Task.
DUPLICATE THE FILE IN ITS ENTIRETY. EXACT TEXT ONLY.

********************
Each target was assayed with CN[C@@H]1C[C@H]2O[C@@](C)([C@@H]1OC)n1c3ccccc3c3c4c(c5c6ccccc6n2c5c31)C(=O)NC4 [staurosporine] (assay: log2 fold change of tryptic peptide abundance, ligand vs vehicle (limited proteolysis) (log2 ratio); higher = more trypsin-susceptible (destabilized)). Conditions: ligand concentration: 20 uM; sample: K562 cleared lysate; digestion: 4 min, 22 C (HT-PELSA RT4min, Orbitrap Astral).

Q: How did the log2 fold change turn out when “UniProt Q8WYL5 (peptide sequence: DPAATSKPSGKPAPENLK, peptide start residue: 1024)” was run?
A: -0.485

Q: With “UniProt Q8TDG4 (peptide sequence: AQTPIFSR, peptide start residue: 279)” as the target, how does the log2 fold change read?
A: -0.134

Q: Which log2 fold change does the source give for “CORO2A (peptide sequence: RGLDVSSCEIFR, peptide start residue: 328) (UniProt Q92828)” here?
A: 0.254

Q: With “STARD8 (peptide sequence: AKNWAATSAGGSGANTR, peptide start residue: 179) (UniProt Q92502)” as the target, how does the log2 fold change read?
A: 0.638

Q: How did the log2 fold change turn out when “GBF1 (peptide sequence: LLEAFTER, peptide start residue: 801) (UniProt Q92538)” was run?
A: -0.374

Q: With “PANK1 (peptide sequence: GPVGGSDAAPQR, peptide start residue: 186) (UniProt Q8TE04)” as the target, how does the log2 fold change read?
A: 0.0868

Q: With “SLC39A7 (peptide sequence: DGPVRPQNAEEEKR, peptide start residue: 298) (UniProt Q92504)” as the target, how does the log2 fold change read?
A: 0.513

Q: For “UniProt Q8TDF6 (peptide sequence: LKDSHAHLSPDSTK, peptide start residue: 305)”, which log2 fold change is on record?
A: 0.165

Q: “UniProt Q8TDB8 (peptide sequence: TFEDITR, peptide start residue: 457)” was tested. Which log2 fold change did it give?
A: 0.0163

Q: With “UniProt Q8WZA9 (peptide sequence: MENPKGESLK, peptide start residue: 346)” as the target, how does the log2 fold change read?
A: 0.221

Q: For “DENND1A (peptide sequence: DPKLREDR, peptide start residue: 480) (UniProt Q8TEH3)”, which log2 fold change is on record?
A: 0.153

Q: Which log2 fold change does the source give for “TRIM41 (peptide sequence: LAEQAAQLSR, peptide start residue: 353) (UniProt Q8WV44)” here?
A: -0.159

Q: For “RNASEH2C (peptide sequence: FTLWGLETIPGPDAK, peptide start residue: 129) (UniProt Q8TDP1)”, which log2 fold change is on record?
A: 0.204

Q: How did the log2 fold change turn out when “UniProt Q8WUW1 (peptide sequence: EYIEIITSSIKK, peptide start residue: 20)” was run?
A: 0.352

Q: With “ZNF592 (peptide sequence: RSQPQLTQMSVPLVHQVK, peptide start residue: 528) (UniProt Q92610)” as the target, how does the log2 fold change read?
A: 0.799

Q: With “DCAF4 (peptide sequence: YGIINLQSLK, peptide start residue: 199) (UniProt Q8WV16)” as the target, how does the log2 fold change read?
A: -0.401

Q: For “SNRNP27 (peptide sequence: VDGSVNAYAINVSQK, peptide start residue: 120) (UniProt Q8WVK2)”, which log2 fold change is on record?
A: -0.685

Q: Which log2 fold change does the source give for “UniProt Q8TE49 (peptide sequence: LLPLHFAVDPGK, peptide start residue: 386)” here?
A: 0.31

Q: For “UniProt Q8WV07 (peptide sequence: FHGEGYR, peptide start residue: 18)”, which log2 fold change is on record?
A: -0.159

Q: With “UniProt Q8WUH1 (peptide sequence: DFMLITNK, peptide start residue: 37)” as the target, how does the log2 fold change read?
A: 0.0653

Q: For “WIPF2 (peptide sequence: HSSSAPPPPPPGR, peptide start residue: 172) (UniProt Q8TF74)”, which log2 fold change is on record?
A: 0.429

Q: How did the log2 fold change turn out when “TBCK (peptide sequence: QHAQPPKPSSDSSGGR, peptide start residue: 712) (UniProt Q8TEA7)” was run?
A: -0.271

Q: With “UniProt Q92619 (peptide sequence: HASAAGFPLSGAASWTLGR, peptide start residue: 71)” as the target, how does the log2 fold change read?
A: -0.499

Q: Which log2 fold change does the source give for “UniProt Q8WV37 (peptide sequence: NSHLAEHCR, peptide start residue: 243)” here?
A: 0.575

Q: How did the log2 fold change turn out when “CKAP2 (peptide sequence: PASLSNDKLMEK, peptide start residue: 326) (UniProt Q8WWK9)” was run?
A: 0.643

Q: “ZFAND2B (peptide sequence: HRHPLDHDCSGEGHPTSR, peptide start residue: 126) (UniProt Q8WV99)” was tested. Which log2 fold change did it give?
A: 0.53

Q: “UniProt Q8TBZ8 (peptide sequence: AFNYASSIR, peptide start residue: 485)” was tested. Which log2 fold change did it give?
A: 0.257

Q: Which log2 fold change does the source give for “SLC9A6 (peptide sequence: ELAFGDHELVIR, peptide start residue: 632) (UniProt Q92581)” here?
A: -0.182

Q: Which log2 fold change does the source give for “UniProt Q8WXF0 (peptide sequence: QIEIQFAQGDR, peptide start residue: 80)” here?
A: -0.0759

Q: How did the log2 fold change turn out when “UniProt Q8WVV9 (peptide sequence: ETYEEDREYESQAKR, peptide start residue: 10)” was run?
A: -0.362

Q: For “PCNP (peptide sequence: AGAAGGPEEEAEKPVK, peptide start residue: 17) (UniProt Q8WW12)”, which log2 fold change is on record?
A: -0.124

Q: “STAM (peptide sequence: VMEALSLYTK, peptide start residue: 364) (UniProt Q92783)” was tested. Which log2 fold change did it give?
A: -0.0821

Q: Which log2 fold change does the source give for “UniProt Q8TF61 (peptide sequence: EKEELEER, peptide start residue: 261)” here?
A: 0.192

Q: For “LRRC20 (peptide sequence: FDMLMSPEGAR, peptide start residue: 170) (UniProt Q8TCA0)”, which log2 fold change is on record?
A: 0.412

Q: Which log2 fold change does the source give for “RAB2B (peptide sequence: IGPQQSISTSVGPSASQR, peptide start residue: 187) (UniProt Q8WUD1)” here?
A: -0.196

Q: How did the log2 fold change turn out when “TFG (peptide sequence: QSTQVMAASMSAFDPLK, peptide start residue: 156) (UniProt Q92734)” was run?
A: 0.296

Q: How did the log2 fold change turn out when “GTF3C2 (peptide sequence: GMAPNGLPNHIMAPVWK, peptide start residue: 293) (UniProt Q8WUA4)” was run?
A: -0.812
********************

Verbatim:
Each target was assayed with CN[C@@H]1C[C@H]2O[C@@](C)([C@@H]1OC)n1c3ccccc3c3c4c(c5c6ccccc6n2c5c31)C(=O)NC4 [staurosporine] (assay: log2 fold change of tryptic peptide abundance, ligand vs vehicle (limited proteolysis) (log2 ratio); higher = more trypsin-susceptible (destabilized)). Conditions: ligand concentration: 20 uM; sample: K562 cleared lysate; digestion: 4 min, 22 C (HT-PELSA RT4min, Orbitrap Astral).

Q: How did the log2 fold change turn out when “UniProt Q8WYL5 (peptide sequence: DPAATSKPSGKPAPENLK, peptide start residue: 1024)” was run?
A: -0.485

Q: With “UniProt Q8TDG4 (peptide sequence: AQTPIFSR, peptide start residue: 279)” as the target, how does the log2 fold change read?
A: -0.134

Q: Which log2 fold change does the source give for “CORO2A (peptide sequence: RGLDVSSCEIFR, peptide start residue: 328) (UniProt Q92828)” here?
A: 0.254

Q: With “STARD8 (peptide sequence: AKNWAATSAGGSGANTR, peptide start residue: 179) (UniProt Q92502)” as the target, how does the log2 fold change read?
A: 0.638

Q: How did the log2 fold change turn out when “GBF1 (peptide sequence: LLEAFTER, peptide start residue: 801) (UniProt Q92538)” was run?
A: -0.374

Q: With “PANK1 (peptide sequence: GPVGGSDAAPQR, peptide start residue: 186) (UniProt Q8TE04)” as the target, how does the log2 fold change read?
A: 0.0868

Q: With “SLC39A7 (peptide sequence: DGPVRPQNAEEEKR, peptide start residue: 298) (UniProt Q92504)” as the target, how does the log2 fold change read?
A: 0.513

Q: For “UniProt Q8TDF6 (peptide sequence: LKDSHAHLSPDSTK, peptide start residue: 305)”, which log2 fold change is on record?
A: 0.165

Q: “UniProt Q8TDB8 (peptide sequence: TFEDITR, peptide start residue: 457)” was tested. Which log2 fold change did it give?
A: 0.0163

Q: With “UniProt Q8WZA9 (peptide sequence: MENPKGESLK, peptide start residue: 346)” as the target, how does the log2 fold change read?
A: 0.221

Q: For “DENND1A (peptide sequence: DPKLREDR, peptide start residue: 480) (UniProt Q8TEH3)”, which log2 fold change is on record?
A: 0.153

Q: Which log2 fold change does the source give for “TRIM41 (peptide sequence: LAEQAAQLSR, peptide start residue: 353) (UniProt Q8WV44)” here?
A: -0.159

Q: For “RNASEH2C (peptide sequence: FTLWGLETIPGPDAK, peptide start residue: 129) (UniProt Q8TDP1)”, which log2 fold change is on record?
A: 0.204

Q: How did the log2 fold change turn out when “UniProt Q8WUW1 (peptide sequence: EYIEIITSSIKK, peptide start residue: 20)” was run?
A: 0.352

Q: With “ZNF592 (peptide sequence: RSQPQLTQMSVPLVHQVK, peptide start residue: 528) (UniProt Q92610)” as the target, how does the log2 fold change read?
A: 0.799

Q: With “DCAF4 (peptide sequence: YGIINLQSLK, peptide start residue: 199) (UniProt Q8WV16)” as the target, how does the log2 fold change read?
A: -0.401

Q: For “SNRNP27 (peptide sequence: VDGSVNAYAINVSQK, peptide start residue: 120) (UniProt Q8WVK2)”, which log2 fold change is on record?
A: -0.685

Q: Which log2 fold change does the source give for “UniProt Q8TE49 (peptide sequence: LLPLHFAVDPGK, peptide start residue: 386)” here?
A: 0.31

Q: For “UniProt Q8WV07 (peptide sequence: FHGEGYR, peptide start residue: 18)”, which log2 fold change is on record?
A: -0.159

Q: With “UniProt Q8WUH1 (peptide sequence: DFMLITNK, peptide start residue: 37)” as the target, how does the log2 fold change read?
A: 0.0653

Q: For “WIPF2 (peptide sequence: HSSSAPPPPPPGR, peptide start residue: 172) (UniProt Q8TF74)”, which log2 fold change is on record?
A: 0.429

Q: How did the log2 fold change turn out when “TBCK (peptide sequence: QHAQPPKPSSDSSGGR, peptide start residue: 712) (UniProt Q8TEA7)” was run?
A: -0.271

Q: With “UniProt Q92619 (peptide sequence: HASAAGFPLSGAASWTLGR, peptide start residue: 71)” as the target, how does the log2 fold change read?
A: -0.499

Q: Which log2 fold change does the source give for “UniProt Q8WV37 (peptide sequence: NSHLAEHCR, peptide start residue: 243)” here?
A: 0.575

Q: How did the log2 fold change turn out when “CKAP2 (peptide sequence: PASLSNDKLMEK, peptide start residue: 326) (UniProt Q8WWK9)” was run?
A: 0.643

Q: “ZFAND2B (peptide sequence: HRHPLDHDCSGEGHPTSR, peptide start residue: 126) (UniProt Q8WV99)” was tested. Which log2 fold change did it give?
A: 0.53

Q: “UniProt Q8TBZ8 (peptide sequence: AFNYASSIR, peptide start residue: 485)” was tested. Which log2 fold change did it give?
A: 0.257

Q: Which log2 fold change does the source give for “SLC9A6 (peptide sequence: ELAFGDHELVIR, peptide start residue: 632) (UniProt Q92581)” here?
A: -0.182

Q: Which log2 fold change does the source give for “UniProt Q8WXF0 (peptide sequence: QIEIQFAQGDR, peptide start residue: 80)” here?
A: -0.0759

Q: How did the log2 fold change turn out when “UniProt Q8WVV9 (peptide sequence: ETYEEDREYESQAKR, peptide start residue: 10)” was run?
A: -0.362

Q: For “PCNP (peptide sequence: AGAAGGPEEEAEKPVK, peptide start residue: 17) (UniProt Q8WW12)”, which log2 fold change is on record?
A: -0.124

Q: “STAM (peptide sequence: VMEALSLYTK, peptide start residue: 364) (UniProt Q92783)” was tested. Which log2 fold change did it give?
A: -0.0821

Q: Which log2 fold change does the source give for “UniProt Q8TF61 (peptide sequence: EKEELEER, peptide start residue: 261)” here?
A: 0.192

Q: For “LRRC20 (peptide sequence: FDMLMSPEGAR, peptide start residue: 170) (UniProt Q8TCA0)”, which log2 fold change is on record?
A: 0.412

Q: Which log2 fold change does the source give for “RAB2B (peptide sequence: IGPQQSISTSVGPSASQR, peptide start residue: 187) (UniProt Q8WUD1)” here?
A: -0.196

Q: How did the log2 fold change turn out when “TFG (peptide sequence: QSTQVMAASMSAFDPLK, peptide start residue: 156) (UniProt Q92734)” was run?
A: 0.296

Q: How did the log2 fold change turn out when “GTF3C2 (peptide sequence: GMAPNGLPNHIMAPVWK, peptide start residue: 293) (UniProt Q8WUA4)” was run?
A: -0.812